Having worked — off and on — with a number of UK financial brands in my time, something’s alway perplexed me: the default setting for the design of financial services is based on what other financial brands already do.
Brands rarely seem to roam beyond the confines of the financial services archipelago for inspiration in service design.
It means that the development of new services is a painfully iterative process; a fact compounded, perhaps understandably, by a stifling regulatory environment.
Most innovation appears evolutionary: Incremental changes in product design, systems and technology that create efficiencies in transactional processes but not necessarily in the way people interact with services.
Continue reading “To create an online financial advice brand, become a follower of fashion”
Monocle’s published it’s fourth annual Soft Power Survey – a topic that’s fascinated me ever since I listened to Professor Joseph Nye speak on the topic at the RSA in London in 2011 – and Germany’s toppled the UK from its top spot.
Produced in conjunction with the Institute for Government, Monocle’s survey asks which countries ‘best attract favour from other nations through culture, sport, cuisine, design, diplomacy and beyond’. In other words: beyond the bullets, economic sanctions and so on, who packs a soft-centred punch?
Interesting movement emerging in Switzerland – according to this report by Reuters – where campaigners are calling for a pay ratio of 1:12 between lowest-paid workers and top execs. That’s the kind of ambition that’s hard to argue with.
Picture: JUSO Scheweiz | cc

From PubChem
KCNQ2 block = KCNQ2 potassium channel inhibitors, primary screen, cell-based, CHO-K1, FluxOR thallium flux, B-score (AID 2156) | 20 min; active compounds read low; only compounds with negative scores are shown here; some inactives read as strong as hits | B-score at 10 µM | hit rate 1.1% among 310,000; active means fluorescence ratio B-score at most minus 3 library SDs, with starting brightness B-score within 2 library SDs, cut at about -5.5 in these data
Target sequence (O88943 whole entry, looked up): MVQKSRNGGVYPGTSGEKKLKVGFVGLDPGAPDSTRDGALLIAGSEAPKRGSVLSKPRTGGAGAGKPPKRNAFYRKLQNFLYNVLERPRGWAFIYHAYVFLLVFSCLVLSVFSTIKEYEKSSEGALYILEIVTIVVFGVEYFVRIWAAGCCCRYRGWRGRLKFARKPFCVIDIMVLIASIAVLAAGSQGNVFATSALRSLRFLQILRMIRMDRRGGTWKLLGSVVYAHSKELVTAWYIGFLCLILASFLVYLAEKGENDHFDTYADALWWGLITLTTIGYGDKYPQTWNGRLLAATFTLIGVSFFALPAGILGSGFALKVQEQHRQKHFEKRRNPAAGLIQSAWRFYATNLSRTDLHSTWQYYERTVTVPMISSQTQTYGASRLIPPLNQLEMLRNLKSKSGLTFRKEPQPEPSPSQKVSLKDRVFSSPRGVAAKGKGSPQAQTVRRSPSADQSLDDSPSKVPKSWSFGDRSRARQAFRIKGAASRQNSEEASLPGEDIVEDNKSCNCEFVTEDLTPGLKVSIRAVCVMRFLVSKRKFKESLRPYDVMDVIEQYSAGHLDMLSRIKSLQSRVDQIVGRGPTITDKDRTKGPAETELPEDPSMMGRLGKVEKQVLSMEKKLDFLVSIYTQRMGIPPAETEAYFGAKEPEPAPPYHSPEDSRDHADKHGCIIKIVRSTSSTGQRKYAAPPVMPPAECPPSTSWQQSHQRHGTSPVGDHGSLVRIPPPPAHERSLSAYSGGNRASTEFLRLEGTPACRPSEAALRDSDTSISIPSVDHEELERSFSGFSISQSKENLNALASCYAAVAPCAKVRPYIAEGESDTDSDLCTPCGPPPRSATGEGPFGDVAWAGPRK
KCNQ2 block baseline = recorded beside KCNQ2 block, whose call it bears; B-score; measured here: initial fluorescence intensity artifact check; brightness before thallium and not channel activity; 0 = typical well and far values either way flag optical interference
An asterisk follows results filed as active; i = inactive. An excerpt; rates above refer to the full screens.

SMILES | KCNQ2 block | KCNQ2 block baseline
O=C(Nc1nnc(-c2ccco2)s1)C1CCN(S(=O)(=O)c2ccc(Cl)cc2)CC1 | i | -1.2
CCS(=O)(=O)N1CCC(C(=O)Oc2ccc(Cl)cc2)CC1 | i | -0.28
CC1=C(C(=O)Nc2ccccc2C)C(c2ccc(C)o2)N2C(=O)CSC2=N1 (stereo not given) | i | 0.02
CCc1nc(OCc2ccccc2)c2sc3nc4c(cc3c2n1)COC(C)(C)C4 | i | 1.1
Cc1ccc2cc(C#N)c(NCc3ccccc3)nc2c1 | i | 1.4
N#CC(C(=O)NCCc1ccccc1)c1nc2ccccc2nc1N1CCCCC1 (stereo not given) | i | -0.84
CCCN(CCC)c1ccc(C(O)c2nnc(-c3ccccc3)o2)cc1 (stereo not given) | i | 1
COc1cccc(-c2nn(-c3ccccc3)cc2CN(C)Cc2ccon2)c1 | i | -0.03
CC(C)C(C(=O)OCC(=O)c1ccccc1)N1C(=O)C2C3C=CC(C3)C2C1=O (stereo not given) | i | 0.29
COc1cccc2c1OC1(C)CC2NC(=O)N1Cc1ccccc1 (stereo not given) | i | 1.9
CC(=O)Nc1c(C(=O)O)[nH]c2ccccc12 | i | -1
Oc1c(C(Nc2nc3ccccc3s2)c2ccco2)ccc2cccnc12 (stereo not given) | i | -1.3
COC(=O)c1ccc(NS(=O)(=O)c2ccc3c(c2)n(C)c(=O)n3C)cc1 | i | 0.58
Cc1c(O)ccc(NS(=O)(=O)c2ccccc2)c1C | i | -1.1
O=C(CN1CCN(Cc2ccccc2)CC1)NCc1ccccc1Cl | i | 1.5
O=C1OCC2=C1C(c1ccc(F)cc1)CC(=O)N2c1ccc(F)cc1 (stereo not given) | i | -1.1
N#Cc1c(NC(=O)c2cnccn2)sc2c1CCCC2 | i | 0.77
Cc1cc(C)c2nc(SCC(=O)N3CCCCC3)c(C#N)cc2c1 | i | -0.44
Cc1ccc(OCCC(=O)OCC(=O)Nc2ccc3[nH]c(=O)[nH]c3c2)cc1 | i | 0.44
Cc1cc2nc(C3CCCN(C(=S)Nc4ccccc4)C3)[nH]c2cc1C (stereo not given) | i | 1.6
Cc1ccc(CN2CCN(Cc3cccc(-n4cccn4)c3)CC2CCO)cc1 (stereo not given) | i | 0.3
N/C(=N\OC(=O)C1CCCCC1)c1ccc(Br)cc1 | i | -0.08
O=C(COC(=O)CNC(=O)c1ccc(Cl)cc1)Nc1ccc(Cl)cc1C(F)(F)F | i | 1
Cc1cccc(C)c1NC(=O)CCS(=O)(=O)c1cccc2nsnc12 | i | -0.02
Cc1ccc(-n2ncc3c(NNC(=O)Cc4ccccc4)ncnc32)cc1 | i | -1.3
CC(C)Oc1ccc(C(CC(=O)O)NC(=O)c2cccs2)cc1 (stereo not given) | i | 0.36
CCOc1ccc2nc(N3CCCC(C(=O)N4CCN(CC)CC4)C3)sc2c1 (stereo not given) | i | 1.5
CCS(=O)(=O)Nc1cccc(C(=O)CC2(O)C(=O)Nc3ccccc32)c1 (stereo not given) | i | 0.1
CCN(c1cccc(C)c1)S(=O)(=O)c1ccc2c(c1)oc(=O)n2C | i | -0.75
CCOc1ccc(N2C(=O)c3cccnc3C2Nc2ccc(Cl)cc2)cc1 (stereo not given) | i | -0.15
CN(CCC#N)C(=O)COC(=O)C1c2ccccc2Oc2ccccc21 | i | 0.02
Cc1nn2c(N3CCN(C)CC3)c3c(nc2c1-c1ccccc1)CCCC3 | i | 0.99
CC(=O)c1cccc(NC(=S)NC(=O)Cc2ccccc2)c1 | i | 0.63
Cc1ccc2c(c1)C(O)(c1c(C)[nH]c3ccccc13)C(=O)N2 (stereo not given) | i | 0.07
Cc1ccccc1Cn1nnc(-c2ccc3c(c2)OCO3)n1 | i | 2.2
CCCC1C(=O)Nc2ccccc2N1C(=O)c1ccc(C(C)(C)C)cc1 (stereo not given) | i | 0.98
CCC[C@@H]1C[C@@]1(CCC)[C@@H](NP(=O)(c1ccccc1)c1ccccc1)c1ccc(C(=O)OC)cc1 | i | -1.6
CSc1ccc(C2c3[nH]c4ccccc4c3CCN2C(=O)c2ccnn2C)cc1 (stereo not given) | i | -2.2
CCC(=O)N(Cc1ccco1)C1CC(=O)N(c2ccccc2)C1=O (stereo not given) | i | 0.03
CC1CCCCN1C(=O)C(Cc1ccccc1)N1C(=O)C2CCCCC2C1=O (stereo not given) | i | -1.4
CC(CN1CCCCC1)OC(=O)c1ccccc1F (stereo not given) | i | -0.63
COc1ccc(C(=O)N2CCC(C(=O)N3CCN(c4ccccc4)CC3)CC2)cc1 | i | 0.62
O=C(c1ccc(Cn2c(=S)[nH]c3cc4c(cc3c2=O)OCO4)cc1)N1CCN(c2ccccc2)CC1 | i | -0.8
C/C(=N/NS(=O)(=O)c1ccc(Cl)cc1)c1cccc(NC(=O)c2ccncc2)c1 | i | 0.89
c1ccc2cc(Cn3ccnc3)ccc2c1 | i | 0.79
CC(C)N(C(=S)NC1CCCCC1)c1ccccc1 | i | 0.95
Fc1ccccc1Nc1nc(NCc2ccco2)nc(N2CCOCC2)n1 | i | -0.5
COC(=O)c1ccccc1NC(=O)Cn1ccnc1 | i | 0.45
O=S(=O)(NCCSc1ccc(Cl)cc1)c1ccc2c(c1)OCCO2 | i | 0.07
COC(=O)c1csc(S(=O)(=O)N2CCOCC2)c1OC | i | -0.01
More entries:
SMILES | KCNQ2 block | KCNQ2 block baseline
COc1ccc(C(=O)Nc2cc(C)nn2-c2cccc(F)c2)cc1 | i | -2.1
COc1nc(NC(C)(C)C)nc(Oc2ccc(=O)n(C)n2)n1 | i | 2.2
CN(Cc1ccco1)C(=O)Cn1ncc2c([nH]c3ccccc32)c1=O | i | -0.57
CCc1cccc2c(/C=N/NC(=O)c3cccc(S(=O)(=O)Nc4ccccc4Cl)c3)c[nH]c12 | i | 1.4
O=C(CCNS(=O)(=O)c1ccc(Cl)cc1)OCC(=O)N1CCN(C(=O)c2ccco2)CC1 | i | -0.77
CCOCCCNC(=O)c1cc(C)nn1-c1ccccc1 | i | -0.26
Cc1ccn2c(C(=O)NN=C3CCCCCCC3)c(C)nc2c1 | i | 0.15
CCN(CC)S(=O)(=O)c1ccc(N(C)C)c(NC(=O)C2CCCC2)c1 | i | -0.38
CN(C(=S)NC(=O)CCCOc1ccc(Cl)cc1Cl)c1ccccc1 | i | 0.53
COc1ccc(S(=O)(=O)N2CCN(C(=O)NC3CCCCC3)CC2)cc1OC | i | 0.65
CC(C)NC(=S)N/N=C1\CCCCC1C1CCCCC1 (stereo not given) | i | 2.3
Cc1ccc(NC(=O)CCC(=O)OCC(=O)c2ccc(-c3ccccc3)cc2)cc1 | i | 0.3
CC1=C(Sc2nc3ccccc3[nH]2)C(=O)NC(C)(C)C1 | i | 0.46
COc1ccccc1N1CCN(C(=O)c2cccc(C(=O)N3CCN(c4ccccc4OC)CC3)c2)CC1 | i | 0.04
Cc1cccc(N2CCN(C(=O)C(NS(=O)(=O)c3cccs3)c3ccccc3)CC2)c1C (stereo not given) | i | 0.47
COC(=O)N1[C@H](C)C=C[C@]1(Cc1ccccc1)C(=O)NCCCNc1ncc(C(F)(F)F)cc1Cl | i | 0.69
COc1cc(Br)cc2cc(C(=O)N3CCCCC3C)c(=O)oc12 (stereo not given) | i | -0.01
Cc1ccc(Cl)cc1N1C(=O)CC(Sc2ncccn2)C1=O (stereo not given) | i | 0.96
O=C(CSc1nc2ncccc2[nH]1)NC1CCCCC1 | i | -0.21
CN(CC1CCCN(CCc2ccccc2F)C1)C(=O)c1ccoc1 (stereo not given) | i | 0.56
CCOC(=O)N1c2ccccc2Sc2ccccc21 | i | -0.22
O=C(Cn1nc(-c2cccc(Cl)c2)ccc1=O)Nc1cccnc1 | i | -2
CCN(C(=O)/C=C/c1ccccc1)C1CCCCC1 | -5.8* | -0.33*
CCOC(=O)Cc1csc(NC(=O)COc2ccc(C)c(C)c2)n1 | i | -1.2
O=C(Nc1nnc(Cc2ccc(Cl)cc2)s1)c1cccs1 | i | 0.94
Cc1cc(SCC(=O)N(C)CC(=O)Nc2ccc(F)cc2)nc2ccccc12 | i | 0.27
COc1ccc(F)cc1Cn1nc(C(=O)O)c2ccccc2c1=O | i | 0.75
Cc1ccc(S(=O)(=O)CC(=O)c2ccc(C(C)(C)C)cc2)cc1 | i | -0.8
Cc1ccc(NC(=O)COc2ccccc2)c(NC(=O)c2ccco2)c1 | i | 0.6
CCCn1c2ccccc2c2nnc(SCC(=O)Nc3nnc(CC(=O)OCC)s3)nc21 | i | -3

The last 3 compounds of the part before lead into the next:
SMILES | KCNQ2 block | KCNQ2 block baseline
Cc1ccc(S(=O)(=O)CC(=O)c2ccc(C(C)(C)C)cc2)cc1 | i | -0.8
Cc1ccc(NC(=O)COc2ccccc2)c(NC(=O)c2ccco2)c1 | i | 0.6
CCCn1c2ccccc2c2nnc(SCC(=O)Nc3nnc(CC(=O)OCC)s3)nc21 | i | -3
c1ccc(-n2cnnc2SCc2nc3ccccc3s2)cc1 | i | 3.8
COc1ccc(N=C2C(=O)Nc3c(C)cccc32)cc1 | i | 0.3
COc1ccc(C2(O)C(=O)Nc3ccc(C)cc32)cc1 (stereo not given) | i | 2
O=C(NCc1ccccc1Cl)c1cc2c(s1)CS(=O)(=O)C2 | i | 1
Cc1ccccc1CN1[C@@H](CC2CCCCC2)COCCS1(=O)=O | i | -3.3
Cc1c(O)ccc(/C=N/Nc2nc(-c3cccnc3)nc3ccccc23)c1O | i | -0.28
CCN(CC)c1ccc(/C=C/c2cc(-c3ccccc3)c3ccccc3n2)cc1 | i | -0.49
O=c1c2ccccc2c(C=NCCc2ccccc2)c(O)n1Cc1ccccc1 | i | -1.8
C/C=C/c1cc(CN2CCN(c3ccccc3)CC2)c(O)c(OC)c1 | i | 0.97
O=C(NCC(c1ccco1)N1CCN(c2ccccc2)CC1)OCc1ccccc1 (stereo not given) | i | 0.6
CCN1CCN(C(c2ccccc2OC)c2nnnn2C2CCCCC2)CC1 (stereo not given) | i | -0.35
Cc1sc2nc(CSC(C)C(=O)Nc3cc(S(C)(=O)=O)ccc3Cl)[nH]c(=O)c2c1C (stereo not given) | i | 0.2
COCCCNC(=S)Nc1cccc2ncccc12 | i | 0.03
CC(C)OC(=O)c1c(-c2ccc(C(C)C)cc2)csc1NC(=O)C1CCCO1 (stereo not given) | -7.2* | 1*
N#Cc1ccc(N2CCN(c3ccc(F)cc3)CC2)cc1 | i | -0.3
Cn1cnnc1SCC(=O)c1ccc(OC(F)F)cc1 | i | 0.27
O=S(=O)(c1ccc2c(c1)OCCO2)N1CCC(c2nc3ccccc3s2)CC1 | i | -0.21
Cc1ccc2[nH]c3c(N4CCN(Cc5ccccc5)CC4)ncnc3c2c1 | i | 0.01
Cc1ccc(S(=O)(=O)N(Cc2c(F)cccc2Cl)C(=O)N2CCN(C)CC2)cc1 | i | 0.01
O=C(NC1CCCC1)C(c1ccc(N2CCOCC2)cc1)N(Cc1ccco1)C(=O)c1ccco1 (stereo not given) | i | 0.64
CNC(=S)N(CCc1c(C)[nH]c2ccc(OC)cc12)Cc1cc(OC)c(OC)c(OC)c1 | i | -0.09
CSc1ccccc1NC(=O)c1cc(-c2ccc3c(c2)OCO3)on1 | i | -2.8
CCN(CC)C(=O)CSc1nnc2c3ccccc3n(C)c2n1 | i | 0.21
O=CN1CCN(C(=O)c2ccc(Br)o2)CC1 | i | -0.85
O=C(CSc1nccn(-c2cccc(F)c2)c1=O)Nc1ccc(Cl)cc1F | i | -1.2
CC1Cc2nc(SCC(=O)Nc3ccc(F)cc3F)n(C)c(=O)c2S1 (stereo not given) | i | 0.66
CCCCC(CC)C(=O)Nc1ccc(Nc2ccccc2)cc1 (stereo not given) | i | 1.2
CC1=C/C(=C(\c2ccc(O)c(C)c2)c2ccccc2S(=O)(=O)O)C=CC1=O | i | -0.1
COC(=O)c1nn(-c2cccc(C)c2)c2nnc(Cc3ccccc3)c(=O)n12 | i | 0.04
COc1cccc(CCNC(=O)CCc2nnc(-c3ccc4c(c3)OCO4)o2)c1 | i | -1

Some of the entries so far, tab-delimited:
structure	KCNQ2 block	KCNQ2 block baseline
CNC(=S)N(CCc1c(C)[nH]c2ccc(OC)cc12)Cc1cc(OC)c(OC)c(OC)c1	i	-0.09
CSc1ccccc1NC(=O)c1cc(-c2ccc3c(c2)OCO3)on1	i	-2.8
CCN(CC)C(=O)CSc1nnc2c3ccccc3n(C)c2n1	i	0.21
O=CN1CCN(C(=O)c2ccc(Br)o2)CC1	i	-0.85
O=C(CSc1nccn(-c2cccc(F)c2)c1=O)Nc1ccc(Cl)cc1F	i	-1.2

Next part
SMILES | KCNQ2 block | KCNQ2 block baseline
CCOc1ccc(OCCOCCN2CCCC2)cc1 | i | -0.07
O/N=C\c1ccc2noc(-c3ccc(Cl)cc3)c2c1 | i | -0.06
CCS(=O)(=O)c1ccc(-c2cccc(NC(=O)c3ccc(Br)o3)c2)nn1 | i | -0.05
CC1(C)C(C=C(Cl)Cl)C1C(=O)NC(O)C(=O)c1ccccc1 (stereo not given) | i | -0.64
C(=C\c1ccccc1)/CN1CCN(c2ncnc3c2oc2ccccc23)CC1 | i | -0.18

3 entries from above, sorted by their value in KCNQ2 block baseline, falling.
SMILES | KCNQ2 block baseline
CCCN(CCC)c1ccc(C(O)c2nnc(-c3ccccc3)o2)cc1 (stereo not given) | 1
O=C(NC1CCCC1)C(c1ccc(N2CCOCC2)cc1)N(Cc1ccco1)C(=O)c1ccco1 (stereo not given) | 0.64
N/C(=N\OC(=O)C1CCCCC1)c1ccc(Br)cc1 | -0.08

A piece from The Guardian today that caught my eye: journalist Jonathan Jones claims Pope Francis ‘has renovated a damaged brand not in years, but months’.
And how is this miracle being accomplished? Probably by not attempting to ‘renovate a damaged brand’.
In fact, the universal truth lying at the heart of this epiphanic repositioning of Catholicism appears to rest in the final sentence of the article: ‘Do and say what you believe.’
The idea that Pope Francis has ‘renovated the brand’ is a bit of a stretch.
Continue reading “The kind of unspun Papal spin that couldn’t be spun by PR spinners”
Back in October 2012, I was kindly invited to deliver a talk at TEDxCheltenham about the idea of Bebanking that I wrote about here last July.
I’d meticulously rehearsed my lines – learning the the script off by heart – and was all set to deliver the speech.
It went well – for about two minutes. And then my mind went blank. The lines were lost. I stood in the spotlight before an audience with absolutely no recollection of what I was supposed to say next.
Away from the furore among analysts about Apple’s – apparently – disappointing results yesterday, the brand’s chief executive, Tim Cook, uttered a phrase which precisely states the distinction between brand and branding.
He said: “We could put the Apple brand on a lot of things and sell a lot more stuff. The most important thing to us is that our customers love our products, not just buy them but love them.”
Branding = ’We could put the Apple brand on a lot of things and sell a lot more stuff.’
Brand = ’The most important thing to us is that our customers love our products, not just buy them but love them.’
And that’s why Apple is the biggest brand in the world.
Perhaps it was inevitable that, with the rekindling of interest in the economic analysis of Marx and Engels on the crest of the current global economic crisis, the idea of organised labour as a force for good would emerge somewhere down the line.
But a couple of columnists – Will Hutton in the Guardian and Nobel laureate, Joseph Stiglitz, in the New York Times – both refer to an unlikely advocate for trade unionism in pieces published over the weekend: the International Monetary Fund.
Continue reading “Are trade unions the answer to the economic crisis?”